Tell your story: the early years

Growing up, learning came slow for me. It was like a breeze, of sorts, that gave glimmers of gust every now and again. I struggled, I cried, and I wondered “why” it was so hard for me to learn. Being the oldest child in my family, this was all new territory for my family. The school districts tried and some were unsuccessful to give me the supports I needed to be successful. When I was in fifth grade, I finally received the learning disabilities diagnosises as to WHY I was struggling so much and it was finally a reason. It was like a breath of fresh air finally blew threw and gave my family and I the answers were knew were there but didn’t test to in the school districts.

Those diagnosises still follow my journey today and make it tough to learn some new information, to hold information, and to not transpose numbers. They are not an excuse however but a reason. A reason I so desperately needed to why I learned differently and why learning was more difficult for me than others.

Something I learned early on was learning looks so different for many. It’s not about the diagnosis you have, it’s about how you move forward each day. I am grateful to have a small friend and family base that was in my corner but still faced hardships and trials. With each hardship, there’s a lesson intertwined within. It’s not always easy to recognize but it’s there. A lesson that allows one to see something others may miss or not notice.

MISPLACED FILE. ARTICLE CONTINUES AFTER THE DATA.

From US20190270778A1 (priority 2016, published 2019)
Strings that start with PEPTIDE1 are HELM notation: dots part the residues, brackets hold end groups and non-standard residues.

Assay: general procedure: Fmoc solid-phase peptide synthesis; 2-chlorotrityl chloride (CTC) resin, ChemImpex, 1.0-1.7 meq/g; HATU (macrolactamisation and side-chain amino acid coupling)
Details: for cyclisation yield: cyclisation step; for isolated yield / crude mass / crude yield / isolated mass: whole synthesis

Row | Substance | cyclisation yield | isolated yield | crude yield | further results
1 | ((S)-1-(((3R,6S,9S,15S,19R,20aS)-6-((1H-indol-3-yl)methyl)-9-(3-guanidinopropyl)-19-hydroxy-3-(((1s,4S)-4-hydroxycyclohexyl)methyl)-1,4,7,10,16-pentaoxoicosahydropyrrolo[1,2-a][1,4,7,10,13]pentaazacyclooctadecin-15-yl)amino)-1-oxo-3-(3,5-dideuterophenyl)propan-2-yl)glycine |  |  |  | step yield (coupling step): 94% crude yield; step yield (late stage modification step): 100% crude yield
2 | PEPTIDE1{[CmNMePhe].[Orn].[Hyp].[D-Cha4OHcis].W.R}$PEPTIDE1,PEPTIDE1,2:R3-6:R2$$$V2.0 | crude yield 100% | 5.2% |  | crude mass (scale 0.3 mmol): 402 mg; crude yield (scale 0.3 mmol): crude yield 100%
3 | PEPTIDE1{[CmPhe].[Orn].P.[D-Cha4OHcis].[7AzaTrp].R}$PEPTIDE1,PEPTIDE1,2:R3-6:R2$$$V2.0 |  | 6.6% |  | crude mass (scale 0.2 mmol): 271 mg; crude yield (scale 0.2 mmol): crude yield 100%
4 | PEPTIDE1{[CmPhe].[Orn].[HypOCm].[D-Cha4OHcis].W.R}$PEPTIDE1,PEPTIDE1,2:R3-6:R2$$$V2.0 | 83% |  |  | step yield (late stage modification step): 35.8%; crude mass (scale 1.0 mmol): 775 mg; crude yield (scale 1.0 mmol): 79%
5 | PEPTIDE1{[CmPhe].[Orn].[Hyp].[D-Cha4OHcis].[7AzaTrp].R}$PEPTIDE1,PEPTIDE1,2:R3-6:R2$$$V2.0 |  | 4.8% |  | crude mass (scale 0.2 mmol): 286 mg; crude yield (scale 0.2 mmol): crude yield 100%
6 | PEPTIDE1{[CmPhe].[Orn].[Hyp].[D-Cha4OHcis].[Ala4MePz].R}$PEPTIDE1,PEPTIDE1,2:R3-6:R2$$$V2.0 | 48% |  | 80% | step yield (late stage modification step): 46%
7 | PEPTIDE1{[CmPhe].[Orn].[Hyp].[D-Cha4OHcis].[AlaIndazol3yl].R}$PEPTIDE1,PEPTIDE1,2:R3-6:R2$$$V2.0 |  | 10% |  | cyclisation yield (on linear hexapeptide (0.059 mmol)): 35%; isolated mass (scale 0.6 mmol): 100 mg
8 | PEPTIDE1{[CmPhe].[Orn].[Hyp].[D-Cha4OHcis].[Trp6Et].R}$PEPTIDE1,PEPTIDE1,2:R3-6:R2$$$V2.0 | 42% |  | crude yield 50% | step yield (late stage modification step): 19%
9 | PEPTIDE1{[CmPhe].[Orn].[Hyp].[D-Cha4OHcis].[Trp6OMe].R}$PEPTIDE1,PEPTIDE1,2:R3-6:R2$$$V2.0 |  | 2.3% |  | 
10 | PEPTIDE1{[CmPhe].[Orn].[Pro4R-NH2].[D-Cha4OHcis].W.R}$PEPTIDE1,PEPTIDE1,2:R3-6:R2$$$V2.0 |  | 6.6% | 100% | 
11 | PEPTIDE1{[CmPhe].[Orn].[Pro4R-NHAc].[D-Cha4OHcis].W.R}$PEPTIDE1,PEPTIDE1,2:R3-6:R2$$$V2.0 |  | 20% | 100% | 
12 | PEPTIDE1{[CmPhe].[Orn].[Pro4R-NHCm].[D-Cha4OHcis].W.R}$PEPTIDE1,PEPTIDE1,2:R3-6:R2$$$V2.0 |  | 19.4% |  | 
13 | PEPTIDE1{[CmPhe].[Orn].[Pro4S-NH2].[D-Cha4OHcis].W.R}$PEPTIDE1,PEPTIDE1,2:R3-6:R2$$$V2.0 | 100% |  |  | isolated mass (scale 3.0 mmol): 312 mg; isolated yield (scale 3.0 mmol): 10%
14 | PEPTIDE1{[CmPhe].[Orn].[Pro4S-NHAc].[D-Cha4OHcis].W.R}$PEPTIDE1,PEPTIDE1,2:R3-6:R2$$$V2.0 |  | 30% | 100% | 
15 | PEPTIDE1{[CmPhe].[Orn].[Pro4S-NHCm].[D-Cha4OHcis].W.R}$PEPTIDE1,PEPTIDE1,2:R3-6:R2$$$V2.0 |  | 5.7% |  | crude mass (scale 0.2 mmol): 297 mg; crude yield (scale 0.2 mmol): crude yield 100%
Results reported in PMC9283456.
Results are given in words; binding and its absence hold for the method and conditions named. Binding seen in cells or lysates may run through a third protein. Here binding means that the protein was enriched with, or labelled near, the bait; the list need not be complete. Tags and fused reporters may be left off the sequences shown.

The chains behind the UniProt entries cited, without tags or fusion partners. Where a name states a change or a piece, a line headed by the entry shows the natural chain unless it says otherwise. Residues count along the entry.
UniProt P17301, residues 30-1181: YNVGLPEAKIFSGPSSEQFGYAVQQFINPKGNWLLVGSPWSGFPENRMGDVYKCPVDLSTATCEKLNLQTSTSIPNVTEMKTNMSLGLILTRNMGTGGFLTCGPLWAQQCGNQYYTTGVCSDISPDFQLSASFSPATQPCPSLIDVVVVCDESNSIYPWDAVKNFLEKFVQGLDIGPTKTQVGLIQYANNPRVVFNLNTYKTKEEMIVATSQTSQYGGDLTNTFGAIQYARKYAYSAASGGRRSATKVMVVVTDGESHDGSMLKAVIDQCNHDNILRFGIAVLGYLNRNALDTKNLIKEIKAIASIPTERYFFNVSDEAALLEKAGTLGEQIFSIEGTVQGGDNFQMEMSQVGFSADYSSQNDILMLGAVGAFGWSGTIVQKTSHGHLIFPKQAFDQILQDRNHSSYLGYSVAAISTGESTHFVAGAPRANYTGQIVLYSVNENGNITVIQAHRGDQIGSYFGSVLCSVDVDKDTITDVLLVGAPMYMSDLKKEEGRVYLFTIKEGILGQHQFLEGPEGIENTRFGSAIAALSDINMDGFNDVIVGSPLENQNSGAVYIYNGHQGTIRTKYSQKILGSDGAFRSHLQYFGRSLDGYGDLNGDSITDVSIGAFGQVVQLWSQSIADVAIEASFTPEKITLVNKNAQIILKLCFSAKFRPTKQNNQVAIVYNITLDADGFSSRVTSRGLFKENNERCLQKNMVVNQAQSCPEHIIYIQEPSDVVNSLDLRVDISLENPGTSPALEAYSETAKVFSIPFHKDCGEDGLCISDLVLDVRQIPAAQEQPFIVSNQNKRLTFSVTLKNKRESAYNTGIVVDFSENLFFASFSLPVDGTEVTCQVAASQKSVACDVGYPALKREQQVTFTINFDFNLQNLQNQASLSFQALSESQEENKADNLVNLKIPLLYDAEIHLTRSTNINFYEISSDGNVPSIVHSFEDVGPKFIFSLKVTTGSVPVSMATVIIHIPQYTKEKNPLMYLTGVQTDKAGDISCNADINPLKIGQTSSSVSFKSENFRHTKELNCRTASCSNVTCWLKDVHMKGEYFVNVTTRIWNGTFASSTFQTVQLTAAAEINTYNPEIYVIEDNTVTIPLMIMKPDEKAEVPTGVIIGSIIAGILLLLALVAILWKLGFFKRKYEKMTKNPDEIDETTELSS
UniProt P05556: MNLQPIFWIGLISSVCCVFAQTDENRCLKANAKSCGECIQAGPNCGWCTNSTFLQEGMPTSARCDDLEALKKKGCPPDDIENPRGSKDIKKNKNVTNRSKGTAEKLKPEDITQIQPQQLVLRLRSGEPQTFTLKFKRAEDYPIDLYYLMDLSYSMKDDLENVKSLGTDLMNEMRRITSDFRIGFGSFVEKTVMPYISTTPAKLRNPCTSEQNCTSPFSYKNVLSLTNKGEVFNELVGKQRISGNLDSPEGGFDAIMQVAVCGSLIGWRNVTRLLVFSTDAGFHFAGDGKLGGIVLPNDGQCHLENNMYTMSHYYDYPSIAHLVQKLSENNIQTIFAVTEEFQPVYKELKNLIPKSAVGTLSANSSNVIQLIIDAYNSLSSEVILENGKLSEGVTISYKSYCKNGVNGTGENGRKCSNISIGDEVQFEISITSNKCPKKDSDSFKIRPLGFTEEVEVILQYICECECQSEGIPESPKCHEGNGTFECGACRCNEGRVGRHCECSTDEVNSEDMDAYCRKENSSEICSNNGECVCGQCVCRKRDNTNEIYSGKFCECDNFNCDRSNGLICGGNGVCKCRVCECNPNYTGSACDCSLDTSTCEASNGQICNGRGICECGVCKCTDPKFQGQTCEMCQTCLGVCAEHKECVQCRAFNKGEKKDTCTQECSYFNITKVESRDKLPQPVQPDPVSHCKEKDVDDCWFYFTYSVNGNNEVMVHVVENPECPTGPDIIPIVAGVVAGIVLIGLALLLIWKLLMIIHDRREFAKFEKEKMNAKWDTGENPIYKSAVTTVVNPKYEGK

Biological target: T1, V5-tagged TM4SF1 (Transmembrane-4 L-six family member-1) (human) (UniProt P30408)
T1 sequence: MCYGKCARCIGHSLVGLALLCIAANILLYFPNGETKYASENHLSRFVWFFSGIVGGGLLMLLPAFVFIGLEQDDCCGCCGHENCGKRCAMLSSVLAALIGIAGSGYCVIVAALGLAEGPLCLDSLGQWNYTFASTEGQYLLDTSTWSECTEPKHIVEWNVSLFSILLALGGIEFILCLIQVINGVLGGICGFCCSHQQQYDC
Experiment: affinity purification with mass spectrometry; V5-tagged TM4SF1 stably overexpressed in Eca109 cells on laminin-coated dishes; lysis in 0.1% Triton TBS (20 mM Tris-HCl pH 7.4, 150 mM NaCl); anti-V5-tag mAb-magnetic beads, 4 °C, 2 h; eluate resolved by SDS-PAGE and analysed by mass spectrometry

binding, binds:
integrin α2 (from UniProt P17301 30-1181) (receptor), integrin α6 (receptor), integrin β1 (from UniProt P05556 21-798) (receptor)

Looking back, my lessons were through trials, at first, but made me a better person and educator to this day. Seeing others struggle for answers and diagnosises tugs at my heartstrings as someone who has learning disabilities and as someone who has been through struggles. However, these diagnosed learning difficulties don’t define who I am today. They are apart of my story. They make my story unique and my difficulties real. They are intertwined in my story and give me understanding for what I notice and work with each day.

Everyone has a story to tell. Some have hardships and others have tragedies that make their story and who they are today. Everyone’s journey is unique. Tell your story and pour your heart out. Be vulnerable and real each day. Use your knowledge to understand and guide your students around you each and every day.

Never, never, never give up!.png

Part 1 of 3 on a journey to tell my story and how it allowed me to find my passion in special education and working with students will all types of differences.

 

 

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